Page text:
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Theorizing the imaginary character in David Holman's the small poppies

Hains-Wesson, Rachael 2015, Theorizing the imaginary character in David Holman's the small poppies, Youth theatre journal, vol. 29, no. 2, Theatre, pedagogy and borders, pp. 91-104, doi: 10.1080/08929092.2015.1078865.

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Title Theorizing the imaginary character in David Holman's the small poppies
Author(s) Hains-Wesson, Rachael
Journal name Youth theatre journal
Volume number 29
Issue number 2
Season Theatre, pedagogy and borders
Start page 91
End page 104
Total pages 14
Publisher Taylor & Francis
Place of publication London, Eng.
Publication date 2015-10-19
ISSN 0892-9092
1948-4798
Keyword(s) Theatre
Imaginary character
Summary For this project, I focus on David Holman's The Small Poppies (1989) as a case study to highlight the significance of the imaginary character in a stand-out Australian theatre-in education (TIE) play. The main premise of the article is to extend the study of imaginary characters and its association with young children, using a reflective inquiry that is based on an artist-in-school practitioner's viewpoint. Holman's play negotiates the competing forces between a child's positive notions about the imaginary companion and society's varied comprehension of such imaginings, which at times is unflattering. The story of Clint and his imaginary dog, Digger, in The Small Poppies emerges as a micro-socio-psychological phenomenon in the form of: (1) an invisible, known identity; (2) an emotional stabilizer; and (3) shared imaginings. In this study, the analysis pivots solely on the imaginary character at particular performative "turning points" (Bullock and Ritter 2011) within the play. The theorization of the imaginary character in The Small Poppies offers a new perspective for young people's relationships with imaginary characters from the field of Australian TIE.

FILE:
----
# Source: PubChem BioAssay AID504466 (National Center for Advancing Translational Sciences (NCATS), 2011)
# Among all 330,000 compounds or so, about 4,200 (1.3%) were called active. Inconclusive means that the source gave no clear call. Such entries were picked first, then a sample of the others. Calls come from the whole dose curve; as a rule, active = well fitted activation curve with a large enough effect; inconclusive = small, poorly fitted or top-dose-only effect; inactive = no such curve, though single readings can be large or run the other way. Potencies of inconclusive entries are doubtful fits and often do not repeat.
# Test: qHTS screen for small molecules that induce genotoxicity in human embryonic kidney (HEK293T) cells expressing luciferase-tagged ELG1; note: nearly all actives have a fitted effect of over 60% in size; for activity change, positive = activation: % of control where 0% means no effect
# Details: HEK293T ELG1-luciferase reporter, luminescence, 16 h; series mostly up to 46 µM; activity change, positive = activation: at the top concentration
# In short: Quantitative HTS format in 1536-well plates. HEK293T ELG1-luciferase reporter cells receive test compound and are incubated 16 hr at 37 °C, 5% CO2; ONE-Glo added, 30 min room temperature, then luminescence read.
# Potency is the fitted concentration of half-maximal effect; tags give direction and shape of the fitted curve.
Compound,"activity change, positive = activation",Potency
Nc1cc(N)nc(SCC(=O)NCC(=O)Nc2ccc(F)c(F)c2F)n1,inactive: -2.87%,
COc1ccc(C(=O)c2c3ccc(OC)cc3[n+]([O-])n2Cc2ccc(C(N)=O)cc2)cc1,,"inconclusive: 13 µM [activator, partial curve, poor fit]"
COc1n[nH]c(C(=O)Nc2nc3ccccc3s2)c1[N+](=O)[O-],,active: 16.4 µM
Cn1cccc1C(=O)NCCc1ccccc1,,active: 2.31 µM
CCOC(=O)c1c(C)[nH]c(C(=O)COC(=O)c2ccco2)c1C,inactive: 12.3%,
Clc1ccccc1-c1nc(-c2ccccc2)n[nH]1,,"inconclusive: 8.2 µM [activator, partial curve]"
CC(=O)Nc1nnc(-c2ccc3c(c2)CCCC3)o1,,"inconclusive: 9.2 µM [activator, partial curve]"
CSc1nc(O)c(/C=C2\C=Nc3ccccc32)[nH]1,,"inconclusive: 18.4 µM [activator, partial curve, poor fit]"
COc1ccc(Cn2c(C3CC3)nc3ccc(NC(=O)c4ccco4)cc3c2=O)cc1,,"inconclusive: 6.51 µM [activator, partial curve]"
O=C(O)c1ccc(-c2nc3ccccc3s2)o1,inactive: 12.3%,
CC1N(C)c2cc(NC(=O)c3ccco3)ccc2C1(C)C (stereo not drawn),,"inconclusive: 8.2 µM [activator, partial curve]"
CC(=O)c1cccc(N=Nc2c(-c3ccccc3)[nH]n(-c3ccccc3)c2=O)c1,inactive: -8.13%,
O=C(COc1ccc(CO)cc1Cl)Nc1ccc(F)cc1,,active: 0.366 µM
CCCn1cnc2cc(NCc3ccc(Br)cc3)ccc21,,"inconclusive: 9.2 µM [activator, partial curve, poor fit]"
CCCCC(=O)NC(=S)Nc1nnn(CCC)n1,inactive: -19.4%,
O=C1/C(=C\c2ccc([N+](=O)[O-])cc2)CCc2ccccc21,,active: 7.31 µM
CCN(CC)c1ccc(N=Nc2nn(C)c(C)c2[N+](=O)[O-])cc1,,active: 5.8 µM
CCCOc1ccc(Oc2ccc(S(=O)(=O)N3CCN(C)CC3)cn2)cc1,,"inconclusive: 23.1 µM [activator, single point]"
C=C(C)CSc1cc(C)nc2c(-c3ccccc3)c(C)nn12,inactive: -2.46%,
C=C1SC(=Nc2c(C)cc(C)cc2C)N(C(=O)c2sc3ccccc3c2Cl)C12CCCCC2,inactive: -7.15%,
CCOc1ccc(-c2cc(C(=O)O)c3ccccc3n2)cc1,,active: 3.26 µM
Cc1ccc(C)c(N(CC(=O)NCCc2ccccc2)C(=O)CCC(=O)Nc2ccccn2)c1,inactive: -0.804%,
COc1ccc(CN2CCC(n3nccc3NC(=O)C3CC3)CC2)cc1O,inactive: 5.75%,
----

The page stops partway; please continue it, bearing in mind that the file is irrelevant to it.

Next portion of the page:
Language eng
DOI 10.1080/08929092.2015.1078865
Field of Research 130103 Higher Education
1904 Performing Arts And Creative Writing
Socio Economic Objective 970113 Expanding Knowledge in Education
HERDC Research category C1 Refereed article in a scholarly journal
ERA Research output type C Journal article
Copyright notice ©2015, Taylor & Francis
Persistent URL http://hdl.handle.net/10536/DRO/DU:30081431

Document type: Journal Article
Collection: School of Education
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